On Friday, October 21, 2022, Kahlilia Y. Davis, Judge of the 36th District Court, City of Detroit, Wayne County, filed a petition for the Michigan Supreme Court to review the Judicial Tenure Commission’s recommendation for discipline for multiple acts of misconduct.

On March 6, 2020, Judge Davis was charged with seven counts of misconduct based on multiple violations of the Michigan Code of Judicial Conduct (canons), the Michigan Court Rules (MCR), and the Michigan Rules of Professional Conduct (MRPC). The alleged misconduct includes abuse of contempt of court powers, failing to conduct required evidentiary hearings and making premature judgments, obstruction of court administration, knowingly and intentionally disconnecting video recording equipment and conducting proceedings without an official record, making unauthorized recordings, and publishing court proceedings, handicapped parking space violation, and conduct, and making misrepresentations personally, as a judge, and to the commission.

In its Decision and Recommendation for Discipline filed on September 23, 2022, the Judicial Tenure Commission concluded that Judge Davis is unfit to serve as a judge. According to the Commission, Judge Davis’ multiple and distinct acts of pervasive on-the-bench misconduct comprising the first five counts of the seven-count Second Amended Formal Complaint are each egregious in their own right.

The cumulative effect and pervasiveness of Judge Davis’ misconduct convinced the Commission that the judge should not hold judicial office and recommended that the Supreme Court remove and suspend her without pay for a period of six years.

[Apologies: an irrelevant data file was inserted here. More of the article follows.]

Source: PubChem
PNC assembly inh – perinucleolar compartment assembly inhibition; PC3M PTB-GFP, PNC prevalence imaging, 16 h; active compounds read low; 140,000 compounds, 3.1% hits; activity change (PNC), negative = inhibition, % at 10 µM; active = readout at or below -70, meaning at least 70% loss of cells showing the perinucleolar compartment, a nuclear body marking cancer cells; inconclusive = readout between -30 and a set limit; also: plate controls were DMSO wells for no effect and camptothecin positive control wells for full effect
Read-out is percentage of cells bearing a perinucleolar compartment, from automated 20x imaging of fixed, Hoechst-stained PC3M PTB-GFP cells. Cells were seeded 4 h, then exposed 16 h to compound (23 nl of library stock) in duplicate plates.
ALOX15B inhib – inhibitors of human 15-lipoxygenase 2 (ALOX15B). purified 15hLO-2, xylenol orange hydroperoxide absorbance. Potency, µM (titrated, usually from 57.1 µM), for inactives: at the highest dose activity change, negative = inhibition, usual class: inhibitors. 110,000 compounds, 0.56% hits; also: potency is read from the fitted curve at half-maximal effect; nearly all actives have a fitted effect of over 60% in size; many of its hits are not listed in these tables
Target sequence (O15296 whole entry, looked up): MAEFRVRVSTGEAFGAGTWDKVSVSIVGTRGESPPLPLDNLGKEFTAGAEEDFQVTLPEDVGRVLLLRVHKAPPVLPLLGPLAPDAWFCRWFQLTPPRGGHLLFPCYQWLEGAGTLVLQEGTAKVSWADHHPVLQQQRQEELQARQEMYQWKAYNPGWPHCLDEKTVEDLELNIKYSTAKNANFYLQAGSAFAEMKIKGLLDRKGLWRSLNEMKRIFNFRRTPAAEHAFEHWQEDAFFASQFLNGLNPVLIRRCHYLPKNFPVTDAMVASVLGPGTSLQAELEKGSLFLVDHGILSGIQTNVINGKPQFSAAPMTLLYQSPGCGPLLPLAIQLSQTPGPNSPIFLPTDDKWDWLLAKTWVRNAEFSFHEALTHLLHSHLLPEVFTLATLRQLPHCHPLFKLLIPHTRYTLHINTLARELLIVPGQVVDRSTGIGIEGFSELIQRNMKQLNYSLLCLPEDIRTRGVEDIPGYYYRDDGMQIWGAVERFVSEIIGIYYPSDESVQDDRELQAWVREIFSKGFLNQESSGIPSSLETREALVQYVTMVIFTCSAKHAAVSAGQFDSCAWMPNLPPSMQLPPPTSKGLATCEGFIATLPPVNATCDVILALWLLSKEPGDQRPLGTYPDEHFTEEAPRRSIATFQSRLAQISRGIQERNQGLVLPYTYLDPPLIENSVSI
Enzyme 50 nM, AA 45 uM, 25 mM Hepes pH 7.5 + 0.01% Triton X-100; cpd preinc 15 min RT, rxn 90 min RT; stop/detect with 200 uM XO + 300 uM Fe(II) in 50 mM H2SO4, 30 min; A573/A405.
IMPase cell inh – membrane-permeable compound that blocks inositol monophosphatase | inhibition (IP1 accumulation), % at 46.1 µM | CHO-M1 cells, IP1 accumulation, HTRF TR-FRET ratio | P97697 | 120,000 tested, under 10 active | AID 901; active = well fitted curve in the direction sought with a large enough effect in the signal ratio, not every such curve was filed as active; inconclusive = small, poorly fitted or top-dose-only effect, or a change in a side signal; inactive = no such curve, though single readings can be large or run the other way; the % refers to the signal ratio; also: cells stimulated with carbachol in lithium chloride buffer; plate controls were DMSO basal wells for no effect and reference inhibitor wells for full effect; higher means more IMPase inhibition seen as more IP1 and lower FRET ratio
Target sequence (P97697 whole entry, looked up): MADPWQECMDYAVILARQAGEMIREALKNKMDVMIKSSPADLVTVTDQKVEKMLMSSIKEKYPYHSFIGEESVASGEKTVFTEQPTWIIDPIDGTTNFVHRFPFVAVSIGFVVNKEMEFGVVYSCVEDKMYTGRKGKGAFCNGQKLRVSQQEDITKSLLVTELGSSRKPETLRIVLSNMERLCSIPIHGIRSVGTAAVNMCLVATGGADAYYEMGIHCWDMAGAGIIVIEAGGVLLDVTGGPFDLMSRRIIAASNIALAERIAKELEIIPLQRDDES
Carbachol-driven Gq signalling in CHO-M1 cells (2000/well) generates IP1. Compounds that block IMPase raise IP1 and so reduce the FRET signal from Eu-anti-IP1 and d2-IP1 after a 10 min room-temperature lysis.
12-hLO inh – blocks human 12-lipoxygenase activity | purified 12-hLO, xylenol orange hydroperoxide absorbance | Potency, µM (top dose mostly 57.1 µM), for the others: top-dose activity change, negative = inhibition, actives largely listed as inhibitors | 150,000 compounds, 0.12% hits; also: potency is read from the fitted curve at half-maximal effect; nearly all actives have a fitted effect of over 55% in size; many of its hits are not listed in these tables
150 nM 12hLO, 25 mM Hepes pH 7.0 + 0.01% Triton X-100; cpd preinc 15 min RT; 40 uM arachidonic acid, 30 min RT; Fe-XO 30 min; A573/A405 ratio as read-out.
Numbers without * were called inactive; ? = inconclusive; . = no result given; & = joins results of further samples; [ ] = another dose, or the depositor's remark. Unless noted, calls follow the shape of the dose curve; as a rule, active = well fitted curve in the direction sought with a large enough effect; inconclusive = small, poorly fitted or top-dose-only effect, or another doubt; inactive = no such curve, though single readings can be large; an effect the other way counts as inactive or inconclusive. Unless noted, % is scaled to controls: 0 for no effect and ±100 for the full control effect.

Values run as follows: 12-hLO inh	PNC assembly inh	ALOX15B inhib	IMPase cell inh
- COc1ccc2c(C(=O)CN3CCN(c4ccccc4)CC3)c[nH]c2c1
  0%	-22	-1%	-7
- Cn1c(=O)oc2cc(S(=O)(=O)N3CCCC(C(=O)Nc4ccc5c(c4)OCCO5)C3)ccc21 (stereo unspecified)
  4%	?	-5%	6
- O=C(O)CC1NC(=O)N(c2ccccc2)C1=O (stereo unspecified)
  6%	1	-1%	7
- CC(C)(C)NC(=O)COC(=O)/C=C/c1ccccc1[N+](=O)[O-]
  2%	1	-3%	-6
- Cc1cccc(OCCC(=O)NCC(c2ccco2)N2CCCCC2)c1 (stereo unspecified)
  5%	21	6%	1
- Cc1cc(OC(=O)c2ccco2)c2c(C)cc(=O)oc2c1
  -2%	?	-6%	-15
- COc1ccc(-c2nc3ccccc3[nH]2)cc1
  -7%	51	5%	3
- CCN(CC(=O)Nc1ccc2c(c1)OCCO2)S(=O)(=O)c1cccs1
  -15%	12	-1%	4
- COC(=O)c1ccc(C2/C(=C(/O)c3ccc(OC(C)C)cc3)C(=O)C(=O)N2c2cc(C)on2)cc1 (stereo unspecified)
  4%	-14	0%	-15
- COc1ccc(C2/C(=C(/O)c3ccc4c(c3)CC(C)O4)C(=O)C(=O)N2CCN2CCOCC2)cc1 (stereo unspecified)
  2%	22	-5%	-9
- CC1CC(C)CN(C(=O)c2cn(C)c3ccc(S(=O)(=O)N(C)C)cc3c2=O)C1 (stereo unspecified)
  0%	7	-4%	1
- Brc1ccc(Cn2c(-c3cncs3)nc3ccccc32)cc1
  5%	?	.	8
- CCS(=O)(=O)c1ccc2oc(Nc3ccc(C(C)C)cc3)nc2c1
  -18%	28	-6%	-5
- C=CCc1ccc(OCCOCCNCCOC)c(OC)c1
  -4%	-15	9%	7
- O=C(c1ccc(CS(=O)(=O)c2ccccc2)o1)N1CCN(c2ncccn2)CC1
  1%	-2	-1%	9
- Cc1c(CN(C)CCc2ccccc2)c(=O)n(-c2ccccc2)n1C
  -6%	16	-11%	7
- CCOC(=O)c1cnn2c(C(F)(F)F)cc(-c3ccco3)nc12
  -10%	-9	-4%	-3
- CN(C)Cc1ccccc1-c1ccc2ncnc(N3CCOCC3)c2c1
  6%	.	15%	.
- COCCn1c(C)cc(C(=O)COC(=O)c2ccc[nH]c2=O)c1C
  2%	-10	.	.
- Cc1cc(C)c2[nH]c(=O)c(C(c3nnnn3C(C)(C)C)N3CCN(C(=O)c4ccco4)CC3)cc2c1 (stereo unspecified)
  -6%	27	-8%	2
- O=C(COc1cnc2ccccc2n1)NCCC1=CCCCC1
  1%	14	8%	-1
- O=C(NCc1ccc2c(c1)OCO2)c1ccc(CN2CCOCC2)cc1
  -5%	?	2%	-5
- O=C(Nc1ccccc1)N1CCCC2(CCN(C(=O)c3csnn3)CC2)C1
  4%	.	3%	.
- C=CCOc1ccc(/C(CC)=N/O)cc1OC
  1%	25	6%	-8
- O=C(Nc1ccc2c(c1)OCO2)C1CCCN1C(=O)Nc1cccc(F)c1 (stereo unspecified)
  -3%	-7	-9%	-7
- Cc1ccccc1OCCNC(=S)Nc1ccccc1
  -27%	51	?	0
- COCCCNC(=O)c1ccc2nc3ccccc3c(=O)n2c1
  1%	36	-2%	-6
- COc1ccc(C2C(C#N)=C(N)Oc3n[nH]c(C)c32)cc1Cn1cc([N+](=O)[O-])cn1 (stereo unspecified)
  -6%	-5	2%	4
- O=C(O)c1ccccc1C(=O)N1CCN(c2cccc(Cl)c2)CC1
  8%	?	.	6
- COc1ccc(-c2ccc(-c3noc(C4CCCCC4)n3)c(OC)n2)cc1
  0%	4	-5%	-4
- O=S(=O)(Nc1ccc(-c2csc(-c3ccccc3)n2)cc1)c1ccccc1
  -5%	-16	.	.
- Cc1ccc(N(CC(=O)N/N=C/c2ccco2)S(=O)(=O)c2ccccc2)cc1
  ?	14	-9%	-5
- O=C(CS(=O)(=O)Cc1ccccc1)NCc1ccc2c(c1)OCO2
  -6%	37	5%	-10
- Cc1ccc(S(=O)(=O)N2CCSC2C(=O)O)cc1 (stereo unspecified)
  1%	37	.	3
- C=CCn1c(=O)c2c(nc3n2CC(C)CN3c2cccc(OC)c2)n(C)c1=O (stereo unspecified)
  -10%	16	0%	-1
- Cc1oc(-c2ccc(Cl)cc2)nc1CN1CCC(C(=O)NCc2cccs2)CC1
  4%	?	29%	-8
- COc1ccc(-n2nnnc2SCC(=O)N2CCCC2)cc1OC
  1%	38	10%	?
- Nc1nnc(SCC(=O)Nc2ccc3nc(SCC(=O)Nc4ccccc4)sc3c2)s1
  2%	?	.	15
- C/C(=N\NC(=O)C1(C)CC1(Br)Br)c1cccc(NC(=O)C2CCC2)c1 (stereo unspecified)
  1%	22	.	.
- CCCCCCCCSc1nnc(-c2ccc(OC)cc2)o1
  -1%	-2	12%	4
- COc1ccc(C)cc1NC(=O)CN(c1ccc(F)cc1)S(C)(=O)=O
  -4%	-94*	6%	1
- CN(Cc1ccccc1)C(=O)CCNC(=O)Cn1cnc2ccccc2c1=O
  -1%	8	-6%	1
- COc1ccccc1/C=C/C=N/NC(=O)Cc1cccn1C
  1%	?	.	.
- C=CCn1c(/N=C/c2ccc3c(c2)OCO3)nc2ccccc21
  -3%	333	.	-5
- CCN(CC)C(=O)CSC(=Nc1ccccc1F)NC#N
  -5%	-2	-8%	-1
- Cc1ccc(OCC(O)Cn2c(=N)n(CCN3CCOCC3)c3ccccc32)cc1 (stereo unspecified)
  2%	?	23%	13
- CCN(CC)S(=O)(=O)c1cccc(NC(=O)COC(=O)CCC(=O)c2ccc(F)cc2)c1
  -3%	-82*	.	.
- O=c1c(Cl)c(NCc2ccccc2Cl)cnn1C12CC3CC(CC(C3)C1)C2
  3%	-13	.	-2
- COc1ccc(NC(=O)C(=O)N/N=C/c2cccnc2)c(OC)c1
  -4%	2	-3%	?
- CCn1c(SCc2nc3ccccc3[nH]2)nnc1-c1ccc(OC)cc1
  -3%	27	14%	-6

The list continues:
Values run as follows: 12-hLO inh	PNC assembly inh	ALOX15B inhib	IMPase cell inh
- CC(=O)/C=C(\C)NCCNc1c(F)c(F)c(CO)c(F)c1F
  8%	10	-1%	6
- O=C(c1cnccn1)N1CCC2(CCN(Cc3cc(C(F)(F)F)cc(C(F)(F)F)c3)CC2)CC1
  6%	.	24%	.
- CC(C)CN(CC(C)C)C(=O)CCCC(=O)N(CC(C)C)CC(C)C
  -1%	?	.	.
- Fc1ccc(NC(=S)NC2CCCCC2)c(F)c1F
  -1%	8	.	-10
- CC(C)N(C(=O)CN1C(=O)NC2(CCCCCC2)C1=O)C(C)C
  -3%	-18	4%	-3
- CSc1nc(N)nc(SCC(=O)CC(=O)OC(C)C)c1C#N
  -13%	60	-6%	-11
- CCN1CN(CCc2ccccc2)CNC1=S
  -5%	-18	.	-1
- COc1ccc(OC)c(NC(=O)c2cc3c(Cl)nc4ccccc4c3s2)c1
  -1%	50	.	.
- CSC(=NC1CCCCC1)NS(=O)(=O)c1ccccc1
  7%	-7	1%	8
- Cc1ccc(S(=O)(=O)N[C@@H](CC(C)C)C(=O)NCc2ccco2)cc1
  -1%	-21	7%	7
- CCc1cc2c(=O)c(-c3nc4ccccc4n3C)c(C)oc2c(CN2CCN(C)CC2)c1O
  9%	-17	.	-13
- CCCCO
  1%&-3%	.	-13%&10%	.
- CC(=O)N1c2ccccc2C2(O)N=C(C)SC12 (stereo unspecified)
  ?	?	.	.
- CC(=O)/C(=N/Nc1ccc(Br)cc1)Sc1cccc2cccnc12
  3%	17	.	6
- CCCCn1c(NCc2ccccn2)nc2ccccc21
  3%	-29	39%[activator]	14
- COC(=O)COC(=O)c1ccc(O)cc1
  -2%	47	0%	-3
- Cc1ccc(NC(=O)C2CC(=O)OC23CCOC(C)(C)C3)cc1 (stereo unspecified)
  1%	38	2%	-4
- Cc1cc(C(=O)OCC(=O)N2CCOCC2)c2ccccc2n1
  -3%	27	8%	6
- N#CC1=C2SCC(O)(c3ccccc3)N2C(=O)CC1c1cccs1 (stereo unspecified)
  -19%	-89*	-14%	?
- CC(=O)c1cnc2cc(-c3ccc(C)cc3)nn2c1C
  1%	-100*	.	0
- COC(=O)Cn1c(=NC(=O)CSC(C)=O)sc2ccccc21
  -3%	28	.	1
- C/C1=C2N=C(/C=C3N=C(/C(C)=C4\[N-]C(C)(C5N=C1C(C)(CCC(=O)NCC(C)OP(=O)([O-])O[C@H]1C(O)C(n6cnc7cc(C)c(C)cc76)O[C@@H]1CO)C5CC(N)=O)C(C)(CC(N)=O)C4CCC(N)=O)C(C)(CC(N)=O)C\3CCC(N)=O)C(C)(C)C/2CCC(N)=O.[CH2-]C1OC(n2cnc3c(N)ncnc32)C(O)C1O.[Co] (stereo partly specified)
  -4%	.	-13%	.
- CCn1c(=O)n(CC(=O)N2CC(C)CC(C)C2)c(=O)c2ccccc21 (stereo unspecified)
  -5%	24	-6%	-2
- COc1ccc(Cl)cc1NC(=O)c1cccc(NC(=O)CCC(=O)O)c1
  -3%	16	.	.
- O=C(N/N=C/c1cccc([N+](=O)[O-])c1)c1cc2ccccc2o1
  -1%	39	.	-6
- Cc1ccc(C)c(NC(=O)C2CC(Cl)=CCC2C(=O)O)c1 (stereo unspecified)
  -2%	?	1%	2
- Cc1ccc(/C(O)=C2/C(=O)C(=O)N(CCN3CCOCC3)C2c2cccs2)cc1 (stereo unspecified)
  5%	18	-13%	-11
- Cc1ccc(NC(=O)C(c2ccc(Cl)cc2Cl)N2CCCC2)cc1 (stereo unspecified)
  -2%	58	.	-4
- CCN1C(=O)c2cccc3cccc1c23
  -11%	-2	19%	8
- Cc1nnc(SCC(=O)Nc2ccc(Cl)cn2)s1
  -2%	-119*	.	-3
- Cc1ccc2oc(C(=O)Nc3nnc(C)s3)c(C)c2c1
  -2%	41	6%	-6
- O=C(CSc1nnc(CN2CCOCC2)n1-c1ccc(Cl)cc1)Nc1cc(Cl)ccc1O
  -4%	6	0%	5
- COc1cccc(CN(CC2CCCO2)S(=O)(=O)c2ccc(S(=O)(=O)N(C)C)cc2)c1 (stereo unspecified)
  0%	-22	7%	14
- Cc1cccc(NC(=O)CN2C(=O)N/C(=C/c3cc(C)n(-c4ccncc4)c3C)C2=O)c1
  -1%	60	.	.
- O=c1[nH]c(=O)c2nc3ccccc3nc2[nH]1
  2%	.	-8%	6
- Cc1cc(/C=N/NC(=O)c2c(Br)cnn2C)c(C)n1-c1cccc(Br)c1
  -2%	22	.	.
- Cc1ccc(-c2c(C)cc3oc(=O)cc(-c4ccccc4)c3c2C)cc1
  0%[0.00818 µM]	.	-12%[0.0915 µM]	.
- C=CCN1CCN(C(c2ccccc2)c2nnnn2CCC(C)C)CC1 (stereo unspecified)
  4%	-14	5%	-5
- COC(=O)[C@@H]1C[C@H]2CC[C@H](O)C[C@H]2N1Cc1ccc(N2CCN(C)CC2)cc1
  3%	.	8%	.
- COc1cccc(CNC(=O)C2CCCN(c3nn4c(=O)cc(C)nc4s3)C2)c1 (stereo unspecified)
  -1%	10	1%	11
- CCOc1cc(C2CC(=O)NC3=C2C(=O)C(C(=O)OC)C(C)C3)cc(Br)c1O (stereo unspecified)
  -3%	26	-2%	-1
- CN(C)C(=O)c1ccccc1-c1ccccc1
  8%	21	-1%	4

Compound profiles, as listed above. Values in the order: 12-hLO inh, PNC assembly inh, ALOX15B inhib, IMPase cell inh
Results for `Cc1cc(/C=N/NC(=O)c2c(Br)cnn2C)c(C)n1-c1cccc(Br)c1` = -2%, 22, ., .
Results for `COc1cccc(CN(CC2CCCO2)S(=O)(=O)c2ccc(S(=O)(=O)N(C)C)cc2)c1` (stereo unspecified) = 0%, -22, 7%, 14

The recommendation reads:

“On the basis of her judicial misconduct, and in consideration of all the Brown factors and additional factors considered by the Supreme Court, the Commission unanimously recommends that Respondent be removed from office and thereafter suspended for six years without pay.”

On October 21, 2022, Judge Davis filed a petition objecting to the Commission’s Decision and Recommendation, stating that the Supreme Court is not bound by the Commission’s recommendations and that the Supreme Court’s exercise of the proposed discipline is not limited to the Commission’s views.

Judge Davis stated that while she did make mistakes, as virtually everyone does, she did not act in a manner intentionally designed to cause harm.

The petition states:

“Respondent recognizes that she did make some mistakes. She did not engage in intentional wrongdoing. The JTC recognized that their claim about misrepresentation is not based upon strong evidence. Thus, the JTC decided to limit their recommendation to one claim about misrepresentation, to wit: the weak allegation concerning a purported playing with cords from video recording equipment. For reasons set forth in this Brief, it is demonstrated that the JTC failed to prove a preponderance of evidence regarding the video recording equipment claim.

Respondent had been the subject of injection by the JTC for 5 years. She has been under the interim suspension for 2 1/2 years. To the extent that this Court determines that a sanction is required, it is submitted that such be limited to a sanction that is not greater than the suspension that is currently in effect.”

The Judge earned a law degree from the University of Michigan.
The Judge is in Courtroom 337, 421 Madison Street in Detroit, and can be reached at 313-965-2293 https://www.36thdistrictcourt.org/about-us/judges/kahlilia-yvette-davis.

A copy of the original filing can be found here.